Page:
A trio of top Democratic Senate nominees dodged direct questions about whether they would support liberal proposals to pack the Supreme Court.
Asked during a Monday night debate if he would "vote for any changes" to the Supreme Court, including "increasing the size of the Court itself," Montana governor Steve Bullock (D.) refused to take a position. Bullock, who is running to unseat Sen. Steve Daines (R.), said that "we have to do what we can to take the politics out of the Supreme Court" but did not elaborate how he would do so.
Maine Democratic Senate nominee Sara Gideon also skirted questions on court packing in a Monday night debate against Sen. Susan Collins (R.). Asked to identify her support for "suggested reforms like term limits and more justices on the Court," Gideon stressed the need to focus on "how we get back to a judiciary that is independent once again" without offering any specifics.
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Sen. Gary Peters' (D., Mich.) position on the issue is also unclear. He failed to rule out a Supreme Court expansion during a Friday television appearance, saying he would not "get into parlor games as to what the future may hold."
The Democrats' hesitance to take a definitive stance comes after Senate Minority Leader Chuck Schumer (D., N.Y.) warned that "everything is on the table" if Republicans confirm appeals court judge Amy Coney Barrett to replace the late Justice Ruth Bader Ginsburg on the Supreme Court. While a number of Senate progressives, including Sens. Ed Markey (D., Mass.) and Mazie Hirono (D., Hawaii), have embraced the idea, court packing remains unpopular among voters, potentially undermining Schumer's ability to flip the upper chamber in November. According to a recent Washington Post/ABC News poll, just 32 percent of adults support increasing the number of Supreme Court justices.
Collins, who called court packing "one of the worst ideas for trying to make the Supreme Court less political," criticized Gideon for her vague response.
"Sara has refused to rule out packing the court," Collins said. "She's said, ‘Well, maybe, I'm a bit skeptical of it but maybe we'll have to do it.' We'd like to know."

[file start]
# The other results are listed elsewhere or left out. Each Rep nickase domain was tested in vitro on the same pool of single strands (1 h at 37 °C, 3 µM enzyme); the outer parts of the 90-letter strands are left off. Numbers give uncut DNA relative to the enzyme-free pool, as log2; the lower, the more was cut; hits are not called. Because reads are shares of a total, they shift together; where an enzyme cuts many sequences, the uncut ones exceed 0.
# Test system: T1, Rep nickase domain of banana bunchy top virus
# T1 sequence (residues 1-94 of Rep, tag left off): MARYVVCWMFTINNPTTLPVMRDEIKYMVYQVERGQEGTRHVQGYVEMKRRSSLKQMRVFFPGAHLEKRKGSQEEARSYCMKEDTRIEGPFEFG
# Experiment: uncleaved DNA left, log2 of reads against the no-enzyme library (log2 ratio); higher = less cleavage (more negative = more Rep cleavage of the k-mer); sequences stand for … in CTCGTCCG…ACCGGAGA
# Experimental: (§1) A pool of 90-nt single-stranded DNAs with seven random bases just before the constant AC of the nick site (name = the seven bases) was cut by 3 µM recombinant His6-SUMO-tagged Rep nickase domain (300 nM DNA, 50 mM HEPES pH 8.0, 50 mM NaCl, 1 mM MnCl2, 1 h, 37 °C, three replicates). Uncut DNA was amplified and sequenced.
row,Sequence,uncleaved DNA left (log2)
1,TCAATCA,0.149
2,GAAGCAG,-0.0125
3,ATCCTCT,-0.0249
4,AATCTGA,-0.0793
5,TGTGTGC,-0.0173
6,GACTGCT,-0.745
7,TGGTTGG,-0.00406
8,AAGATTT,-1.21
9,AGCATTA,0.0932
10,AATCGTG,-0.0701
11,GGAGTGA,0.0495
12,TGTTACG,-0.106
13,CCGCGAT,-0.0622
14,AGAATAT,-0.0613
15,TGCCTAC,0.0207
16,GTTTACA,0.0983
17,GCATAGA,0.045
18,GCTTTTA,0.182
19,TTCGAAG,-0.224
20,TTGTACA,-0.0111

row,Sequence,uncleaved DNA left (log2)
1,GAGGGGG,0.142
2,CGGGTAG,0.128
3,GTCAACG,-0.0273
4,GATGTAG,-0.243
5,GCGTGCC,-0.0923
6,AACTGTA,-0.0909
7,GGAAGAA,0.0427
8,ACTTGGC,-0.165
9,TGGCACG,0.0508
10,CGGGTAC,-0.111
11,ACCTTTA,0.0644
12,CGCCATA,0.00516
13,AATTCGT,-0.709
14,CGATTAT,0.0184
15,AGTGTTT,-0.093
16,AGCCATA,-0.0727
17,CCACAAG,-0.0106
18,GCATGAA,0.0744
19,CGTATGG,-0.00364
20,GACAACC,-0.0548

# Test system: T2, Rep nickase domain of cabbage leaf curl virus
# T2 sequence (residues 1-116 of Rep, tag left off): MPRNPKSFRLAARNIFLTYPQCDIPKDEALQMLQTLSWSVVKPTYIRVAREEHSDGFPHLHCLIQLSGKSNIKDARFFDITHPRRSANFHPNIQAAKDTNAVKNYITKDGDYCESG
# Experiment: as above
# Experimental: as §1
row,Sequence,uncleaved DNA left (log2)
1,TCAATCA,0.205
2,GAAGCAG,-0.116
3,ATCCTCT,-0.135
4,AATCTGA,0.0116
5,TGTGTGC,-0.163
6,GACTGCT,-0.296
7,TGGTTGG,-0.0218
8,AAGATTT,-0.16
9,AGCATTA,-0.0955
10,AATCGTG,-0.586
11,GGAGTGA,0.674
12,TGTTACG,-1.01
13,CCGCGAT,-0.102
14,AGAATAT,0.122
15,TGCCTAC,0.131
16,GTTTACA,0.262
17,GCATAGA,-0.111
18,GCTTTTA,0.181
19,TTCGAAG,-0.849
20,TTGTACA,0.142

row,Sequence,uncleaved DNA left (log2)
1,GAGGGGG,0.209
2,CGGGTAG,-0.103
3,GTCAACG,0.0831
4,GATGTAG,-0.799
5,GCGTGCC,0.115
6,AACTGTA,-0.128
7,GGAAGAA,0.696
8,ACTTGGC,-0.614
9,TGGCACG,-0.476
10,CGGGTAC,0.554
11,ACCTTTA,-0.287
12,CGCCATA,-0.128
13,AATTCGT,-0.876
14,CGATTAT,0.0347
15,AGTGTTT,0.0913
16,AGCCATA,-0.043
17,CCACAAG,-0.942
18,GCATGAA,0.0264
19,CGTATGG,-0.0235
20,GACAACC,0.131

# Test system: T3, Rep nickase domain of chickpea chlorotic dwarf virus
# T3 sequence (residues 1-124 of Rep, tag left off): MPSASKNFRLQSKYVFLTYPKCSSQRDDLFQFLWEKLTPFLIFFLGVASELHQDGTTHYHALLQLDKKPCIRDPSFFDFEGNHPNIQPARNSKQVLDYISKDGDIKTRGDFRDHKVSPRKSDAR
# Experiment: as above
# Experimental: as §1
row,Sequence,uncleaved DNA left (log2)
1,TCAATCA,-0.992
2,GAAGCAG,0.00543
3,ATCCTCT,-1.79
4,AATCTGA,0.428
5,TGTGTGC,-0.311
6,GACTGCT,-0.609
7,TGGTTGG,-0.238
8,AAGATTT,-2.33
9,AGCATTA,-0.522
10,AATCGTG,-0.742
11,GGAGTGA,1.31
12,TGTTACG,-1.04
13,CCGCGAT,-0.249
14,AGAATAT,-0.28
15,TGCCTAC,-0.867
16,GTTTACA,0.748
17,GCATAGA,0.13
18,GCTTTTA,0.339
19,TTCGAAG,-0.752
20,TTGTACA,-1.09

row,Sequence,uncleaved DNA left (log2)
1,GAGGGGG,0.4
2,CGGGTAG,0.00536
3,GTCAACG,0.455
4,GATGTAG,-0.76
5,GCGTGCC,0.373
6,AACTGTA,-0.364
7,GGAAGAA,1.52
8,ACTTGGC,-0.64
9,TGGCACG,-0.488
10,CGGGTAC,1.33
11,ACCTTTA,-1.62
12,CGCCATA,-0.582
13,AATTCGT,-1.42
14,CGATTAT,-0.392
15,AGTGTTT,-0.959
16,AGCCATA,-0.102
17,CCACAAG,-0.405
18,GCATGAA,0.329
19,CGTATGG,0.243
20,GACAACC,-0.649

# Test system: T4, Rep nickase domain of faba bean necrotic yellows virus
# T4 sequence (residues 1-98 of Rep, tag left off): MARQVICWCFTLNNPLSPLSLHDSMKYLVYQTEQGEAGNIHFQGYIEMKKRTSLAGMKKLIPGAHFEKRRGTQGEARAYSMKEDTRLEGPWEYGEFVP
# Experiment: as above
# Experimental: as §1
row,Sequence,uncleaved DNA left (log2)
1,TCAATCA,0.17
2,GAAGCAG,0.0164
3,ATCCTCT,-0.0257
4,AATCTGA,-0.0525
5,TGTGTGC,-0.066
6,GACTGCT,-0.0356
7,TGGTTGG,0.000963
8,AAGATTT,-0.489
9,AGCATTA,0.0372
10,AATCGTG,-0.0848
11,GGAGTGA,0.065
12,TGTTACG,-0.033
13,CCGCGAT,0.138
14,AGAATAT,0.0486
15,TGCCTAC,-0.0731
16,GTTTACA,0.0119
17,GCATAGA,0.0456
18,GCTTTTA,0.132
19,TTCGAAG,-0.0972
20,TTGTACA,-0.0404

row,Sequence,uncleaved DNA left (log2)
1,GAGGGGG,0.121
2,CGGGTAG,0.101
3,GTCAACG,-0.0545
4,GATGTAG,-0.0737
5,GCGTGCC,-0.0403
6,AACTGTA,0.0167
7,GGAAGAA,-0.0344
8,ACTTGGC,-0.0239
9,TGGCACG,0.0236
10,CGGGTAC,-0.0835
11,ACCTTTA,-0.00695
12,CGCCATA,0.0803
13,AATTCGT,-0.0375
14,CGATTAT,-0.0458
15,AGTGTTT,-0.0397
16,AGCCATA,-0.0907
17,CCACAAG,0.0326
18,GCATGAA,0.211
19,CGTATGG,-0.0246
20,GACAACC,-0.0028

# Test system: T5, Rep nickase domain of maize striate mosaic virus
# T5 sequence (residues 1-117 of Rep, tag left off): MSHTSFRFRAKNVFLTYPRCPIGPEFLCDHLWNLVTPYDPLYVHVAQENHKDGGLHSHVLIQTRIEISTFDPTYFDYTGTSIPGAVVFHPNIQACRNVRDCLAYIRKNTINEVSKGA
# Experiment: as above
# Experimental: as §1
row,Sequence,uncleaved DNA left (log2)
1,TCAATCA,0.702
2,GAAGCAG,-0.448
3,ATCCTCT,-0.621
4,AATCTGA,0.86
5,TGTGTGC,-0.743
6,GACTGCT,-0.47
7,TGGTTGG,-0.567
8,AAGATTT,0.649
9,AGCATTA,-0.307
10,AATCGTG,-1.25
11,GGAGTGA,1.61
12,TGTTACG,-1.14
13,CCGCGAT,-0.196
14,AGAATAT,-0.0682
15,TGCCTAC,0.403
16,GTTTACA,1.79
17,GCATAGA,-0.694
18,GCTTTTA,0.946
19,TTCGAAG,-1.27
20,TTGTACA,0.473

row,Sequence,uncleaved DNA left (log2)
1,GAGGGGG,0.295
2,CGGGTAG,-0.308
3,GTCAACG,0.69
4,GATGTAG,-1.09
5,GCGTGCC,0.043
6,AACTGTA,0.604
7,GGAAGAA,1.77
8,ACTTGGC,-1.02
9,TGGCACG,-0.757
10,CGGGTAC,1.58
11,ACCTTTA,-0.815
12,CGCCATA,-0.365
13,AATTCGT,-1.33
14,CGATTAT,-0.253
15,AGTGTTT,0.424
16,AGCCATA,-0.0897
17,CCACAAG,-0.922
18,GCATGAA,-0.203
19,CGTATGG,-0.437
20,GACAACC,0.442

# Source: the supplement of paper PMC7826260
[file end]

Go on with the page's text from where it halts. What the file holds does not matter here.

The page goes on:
Bullock, Gideon, and Peters did not return requests for comment from the Washington Free Beacon asking them to clarify their stances.
Bullock said that expanding should be "on the table" during his failed presidential bid. His Senate campaign, however, backtracked on that in a recent statement. While the Democratic governor still does not rule out court packing, he now "doesn't believe that in this hyper-political time" it's "a conversation to be having" or "a solution to the challenges we face."
Gideon has also distanced herself from court packing without dismissing the idea entirely. The Democrat told Politico that "at this time," she has "doubts" that expanding the Supreme Court would make it "an independent body free from politics."
Other Democrats running in competitive 2020 races have come out against court packing in recent days, including Mark Kelly (Ariz.), Cal Cunningham (N.C.), and Theresa Greenfield (Iowa). Kentucky Senate nominee Amy McGrath, meanwhile, said that Supreme Court expansion is "definitely an option" during a Monday campaign event.
Justice Ginsburg criticized proposals to expand the Supreme Court in July 2019, saying "nine seems to be a good number, and it's been that way for a long time."